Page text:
Hot Spots/Destinations in Arkansas
The staff at Ozark has come up with a list of some of our customer’s favorite destinations. Check out some of our favorite destinations with brief descriptions and additional resource information.
Located in Northwest Arkansas near Mt Judea, Sam’s Throne is a traditional and top rope climbing area good for all ability levels (5.6- 5.12d). There is also a lot of bouldering. It is located in the Ozark mountains about three hours north of Little Rock. There is a guide-book available (Arkansas Rock Vol. 1 by Clay Frisbie).
Directions: Take Hwy 7 North to 123, on 123 go approximately nine and a half miles past the town of Lurton, and Sam’s Throne will be on the left.
Mount Magazine is an Arkansas State Park with a great range of climbing (5.5- 5.12c). Traditional and sport climbing as well as rappeling is allowed in a designated area on the mountain’s south bluff overlooking the Petit Jean River Valley. Climbers are required to register at the state park visitor center. Mount Magazine is the highest point in the state and has over 100 established routes with the added advantages of camp sites, mountain biking and hiking trails, as well as hang gliding. As of now the guide-book is out of print, but we have heard that Clay Frisbie will have Arkansas Rock Vol. 2 out next year (2009) with Mount Magazine included in that book.
Directions: Take Hwy 10 West to Havanna and go North on 304. Mount Magazine is just south of Paris.
Horseshoe Canyon Ranch:
Horseshoe Canyon is a private dude ranch with at least 250 routes. Mainly a sport crag, but the ranch still has many trad routes along with a plethora of boulder problems. Like most of the crags in Arkansas, the ranch has a vast range of difficulty (5.5 – 5.14). There is a small fee for climbing and camping ($5 a piece). There are also cabins available for rent. https://horseshoecanyonduderanch.com
Directions: take Hwy 7 north out of Russellville to Jasper. Take a left (west) on Hwy 74 and go approximately 7 miles. Horseshoe Canyon Ranch will be on your left.
Little Rock Climbing Center:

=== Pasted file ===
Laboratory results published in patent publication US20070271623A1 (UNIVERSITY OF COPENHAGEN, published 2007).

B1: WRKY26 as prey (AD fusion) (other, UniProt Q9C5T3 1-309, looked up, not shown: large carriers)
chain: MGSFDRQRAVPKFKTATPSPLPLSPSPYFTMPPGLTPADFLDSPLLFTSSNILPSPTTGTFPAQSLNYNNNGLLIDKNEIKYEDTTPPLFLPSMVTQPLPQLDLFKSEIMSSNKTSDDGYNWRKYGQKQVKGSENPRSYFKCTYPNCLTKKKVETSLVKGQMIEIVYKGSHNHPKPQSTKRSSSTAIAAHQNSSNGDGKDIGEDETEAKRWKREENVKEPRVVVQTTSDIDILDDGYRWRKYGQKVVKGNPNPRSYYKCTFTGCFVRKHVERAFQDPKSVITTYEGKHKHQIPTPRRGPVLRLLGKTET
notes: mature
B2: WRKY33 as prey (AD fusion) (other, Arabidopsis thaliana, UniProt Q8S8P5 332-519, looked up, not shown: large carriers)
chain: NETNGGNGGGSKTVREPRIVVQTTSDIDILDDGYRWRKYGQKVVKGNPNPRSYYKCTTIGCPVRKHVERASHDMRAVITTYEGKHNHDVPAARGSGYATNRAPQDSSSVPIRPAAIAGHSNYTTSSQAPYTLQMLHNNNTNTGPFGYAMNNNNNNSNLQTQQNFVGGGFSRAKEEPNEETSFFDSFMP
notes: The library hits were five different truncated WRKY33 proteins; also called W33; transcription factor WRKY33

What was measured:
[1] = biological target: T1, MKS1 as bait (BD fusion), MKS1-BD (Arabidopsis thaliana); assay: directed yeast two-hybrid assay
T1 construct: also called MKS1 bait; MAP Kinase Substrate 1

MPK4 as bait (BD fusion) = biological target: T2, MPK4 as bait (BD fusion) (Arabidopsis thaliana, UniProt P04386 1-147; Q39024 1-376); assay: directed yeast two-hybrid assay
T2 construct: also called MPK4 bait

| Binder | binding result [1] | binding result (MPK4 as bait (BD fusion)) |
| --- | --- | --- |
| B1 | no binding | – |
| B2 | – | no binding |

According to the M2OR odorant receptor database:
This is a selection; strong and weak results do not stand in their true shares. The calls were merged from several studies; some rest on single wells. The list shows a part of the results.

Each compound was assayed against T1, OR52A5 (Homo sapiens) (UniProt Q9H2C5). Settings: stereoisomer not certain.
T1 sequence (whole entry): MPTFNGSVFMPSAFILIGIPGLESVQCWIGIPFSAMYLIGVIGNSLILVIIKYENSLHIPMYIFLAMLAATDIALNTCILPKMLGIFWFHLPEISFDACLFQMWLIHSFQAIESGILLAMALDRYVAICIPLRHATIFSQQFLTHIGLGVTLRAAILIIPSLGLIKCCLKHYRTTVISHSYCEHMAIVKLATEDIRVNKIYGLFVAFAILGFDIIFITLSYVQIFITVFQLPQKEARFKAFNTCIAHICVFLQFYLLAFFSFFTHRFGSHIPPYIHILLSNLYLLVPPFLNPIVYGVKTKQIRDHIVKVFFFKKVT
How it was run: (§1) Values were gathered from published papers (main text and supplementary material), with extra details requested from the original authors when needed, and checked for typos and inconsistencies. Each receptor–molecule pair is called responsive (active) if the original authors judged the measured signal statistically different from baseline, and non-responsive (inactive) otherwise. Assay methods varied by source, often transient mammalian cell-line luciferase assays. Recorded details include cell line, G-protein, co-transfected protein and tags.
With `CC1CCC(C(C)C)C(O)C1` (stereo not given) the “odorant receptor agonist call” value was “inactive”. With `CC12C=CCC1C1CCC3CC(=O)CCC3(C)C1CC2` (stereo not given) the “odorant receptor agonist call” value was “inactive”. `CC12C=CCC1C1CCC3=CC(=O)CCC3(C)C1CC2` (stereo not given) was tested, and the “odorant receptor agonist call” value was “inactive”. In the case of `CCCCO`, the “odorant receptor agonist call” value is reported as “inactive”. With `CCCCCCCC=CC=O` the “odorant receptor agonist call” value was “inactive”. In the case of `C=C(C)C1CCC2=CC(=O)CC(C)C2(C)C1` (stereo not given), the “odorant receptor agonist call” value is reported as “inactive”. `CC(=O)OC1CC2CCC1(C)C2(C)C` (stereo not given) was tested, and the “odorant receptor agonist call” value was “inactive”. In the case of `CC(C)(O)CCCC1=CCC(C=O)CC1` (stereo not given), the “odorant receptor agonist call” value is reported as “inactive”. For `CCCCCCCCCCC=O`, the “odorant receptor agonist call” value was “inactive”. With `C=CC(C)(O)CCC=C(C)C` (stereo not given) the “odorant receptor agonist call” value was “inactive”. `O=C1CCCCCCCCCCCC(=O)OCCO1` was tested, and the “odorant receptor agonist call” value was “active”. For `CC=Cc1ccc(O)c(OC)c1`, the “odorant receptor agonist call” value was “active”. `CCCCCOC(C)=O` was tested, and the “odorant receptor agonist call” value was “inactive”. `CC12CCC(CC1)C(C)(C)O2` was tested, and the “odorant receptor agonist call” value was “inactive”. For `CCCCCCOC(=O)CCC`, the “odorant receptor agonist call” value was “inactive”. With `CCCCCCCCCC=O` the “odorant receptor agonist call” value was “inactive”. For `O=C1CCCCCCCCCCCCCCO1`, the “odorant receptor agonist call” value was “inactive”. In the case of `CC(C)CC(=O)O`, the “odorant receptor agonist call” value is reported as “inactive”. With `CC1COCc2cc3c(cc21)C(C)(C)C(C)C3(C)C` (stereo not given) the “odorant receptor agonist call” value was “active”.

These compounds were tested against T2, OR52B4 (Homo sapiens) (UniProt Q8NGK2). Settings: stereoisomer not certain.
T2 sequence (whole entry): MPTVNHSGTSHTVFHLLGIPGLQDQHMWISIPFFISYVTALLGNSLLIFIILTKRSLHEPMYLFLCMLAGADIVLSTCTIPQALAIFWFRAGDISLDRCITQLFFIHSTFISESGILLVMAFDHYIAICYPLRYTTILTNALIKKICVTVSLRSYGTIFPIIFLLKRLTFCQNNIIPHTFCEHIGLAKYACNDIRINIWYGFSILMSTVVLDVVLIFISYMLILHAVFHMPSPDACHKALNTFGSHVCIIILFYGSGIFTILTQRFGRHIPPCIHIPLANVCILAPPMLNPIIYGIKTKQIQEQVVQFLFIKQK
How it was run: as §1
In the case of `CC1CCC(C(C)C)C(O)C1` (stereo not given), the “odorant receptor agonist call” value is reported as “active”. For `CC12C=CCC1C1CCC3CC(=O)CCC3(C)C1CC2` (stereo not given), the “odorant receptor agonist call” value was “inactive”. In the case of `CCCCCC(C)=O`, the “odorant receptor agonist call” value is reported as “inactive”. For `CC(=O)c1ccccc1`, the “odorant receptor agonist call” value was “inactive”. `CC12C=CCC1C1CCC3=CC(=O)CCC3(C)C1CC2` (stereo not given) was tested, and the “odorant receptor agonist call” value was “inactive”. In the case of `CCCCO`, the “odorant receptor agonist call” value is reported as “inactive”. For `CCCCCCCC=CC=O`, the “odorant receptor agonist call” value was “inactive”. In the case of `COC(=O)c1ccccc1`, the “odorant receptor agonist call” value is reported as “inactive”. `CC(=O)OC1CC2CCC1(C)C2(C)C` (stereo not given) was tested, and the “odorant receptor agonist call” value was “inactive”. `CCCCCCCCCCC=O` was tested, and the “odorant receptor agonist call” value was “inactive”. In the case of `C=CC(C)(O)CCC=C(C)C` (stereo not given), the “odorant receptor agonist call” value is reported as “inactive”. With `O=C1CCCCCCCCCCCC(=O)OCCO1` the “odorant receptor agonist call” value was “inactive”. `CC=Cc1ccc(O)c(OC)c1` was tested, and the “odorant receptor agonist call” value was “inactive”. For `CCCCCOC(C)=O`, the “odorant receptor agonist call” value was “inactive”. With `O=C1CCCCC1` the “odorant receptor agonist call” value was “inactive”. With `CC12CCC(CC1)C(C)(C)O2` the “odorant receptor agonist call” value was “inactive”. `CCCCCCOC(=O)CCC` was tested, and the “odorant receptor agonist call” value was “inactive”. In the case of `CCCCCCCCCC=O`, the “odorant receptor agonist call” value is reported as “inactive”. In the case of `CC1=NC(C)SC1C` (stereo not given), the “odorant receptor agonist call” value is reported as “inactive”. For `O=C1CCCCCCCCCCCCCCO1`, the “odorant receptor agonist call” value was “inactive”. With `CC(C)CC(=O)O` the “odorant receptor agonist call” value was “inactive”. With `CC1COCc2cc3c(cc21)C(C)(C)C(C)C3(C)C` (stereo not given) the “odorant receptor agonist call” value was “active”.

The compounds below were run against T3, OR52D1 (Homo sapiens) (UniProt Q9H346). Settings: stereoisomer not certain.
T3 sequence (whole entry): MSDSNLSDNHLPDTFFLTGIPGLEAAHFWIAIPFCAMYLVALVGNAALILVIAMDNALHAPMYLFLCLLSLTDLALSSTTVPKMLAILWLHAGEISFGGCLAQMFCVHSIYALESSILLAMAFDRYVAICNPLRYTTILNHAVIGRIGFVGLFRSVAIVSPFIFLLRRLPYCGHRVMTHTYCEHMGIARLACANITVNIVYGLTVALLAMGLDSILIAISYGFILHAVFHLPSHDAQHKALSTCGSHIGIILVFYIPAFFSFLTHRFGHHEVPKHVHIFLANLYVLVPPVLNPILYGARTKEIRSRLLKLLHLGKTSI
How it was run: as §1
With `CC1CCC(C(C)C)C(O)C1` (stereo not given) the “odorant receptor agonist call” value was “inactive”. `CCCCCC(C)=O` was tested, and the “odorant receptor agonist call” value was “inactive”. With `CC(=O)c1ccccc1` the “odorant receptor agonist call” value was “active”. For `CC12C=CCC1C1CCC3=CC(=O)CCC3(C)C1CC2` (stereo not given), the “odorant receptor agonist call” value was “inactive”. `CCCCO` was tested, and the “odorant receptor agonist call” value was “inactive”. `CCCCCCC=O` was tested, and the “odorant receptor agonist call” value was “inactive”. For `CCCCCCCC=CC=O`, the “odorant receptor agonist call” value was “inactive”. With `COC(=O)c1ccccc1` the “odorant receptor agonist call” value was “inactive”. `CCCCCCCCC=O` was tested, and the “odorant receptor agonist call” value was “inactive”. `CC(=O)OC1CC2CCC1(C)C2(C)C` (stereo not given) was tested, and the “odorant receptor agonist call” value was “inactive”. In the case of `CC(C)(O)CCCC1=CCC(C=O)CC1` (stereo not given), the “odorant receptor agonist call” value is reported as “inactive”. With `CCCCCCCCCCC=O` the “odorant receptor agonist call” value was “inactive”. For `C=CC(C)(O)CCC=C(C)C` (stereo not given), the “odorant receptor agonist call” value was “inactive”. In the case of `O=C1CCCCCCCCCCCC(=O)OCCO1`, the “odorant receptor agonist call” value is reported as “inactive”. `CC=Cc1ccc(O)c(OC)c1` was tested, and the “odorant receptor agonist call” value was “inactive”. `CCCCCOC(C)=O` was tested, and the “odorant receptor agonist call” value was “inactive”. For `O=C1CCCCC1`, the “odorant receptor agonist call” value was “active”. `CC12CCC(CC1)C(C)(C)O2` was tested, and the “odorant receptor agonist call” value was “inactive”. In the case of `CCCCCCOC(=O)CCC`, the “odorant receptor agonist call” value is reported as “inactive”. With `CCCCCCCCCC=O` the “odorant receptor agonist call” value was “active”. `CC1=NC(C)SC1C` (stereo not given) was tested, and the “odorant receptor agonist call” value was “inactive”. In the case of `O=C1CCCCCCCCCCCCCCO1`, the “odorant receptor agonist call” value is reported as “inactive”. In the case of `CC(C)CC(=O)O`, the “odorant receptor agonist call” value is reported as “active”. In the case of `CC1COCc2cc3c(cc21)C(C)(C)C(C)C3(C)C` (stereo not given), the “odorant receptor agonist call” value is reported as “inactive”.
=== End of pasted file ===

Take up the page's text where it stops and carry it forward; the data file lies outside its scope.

The LRCC is a great way the get into climbing or to keep in shape when the weather will not allow you to get outside. They have routes and boulder problems for all abilities. Located on Colonel Glenn Road just west of I-430. www.littlerockclimbingcenter.com
The trail runs from Pinnacle Mountain State Park outside of Little Rock to Talihina, Oklahoma for 223 miles. For wonderful hikes near Little Rock catch the OT as it crosses HWY 9. This hike travels through Hilary Hollow. If hikers want to hit a spur trail they can leave the OT and hike the Lake Sylvia loop and climb Chinquapin Mountain. For more hikes close to Little Rock come in and talk to our staff. For detailed information about the Ouachita trail, refer to Tim Ernst Ouachita Trail Guide. Ozark Highlands Trail Association www.hikearkansas.com
Buffalo River Trail:
This trail weaves along the bluffs and hollows of the Buffalo National River. If you want to see the tallest waterfall between the east coast and the Rockies hike the Compton Loop to Hemmed-In- Hollow. Take HWY 43 to Compton and follow the signs and dirt road to the trail head. This 7.2 mile trail takes you to Hemmed-In-Hollow Falls, the Buffalo River, Granny Henderson’s cabin, and along Sneeds Creek back to the trailhead. This trail has substantial elevation gain and is quite rugged. Prepare for a long day if taking this route. For more hiking adventures along the river come to our store and speak to our staff. We have maps and books to help you find your special wild space. For detailed information about the Buffalo River Trails refer to Tim Ernst Buffalo River Hiking Trails book or Arkansas Hiking Trails book.
Petit Jean State Park
Nebo State Park
Woolly Hollow State Park www.arkansasstateparks.com/woollyhollow/
Devils Den State Park
Arkansas State Park web-site park finder www.arkansasstateparks.com/park-finder/
Backpacking/Hiking/Camping - Beyond Arkansas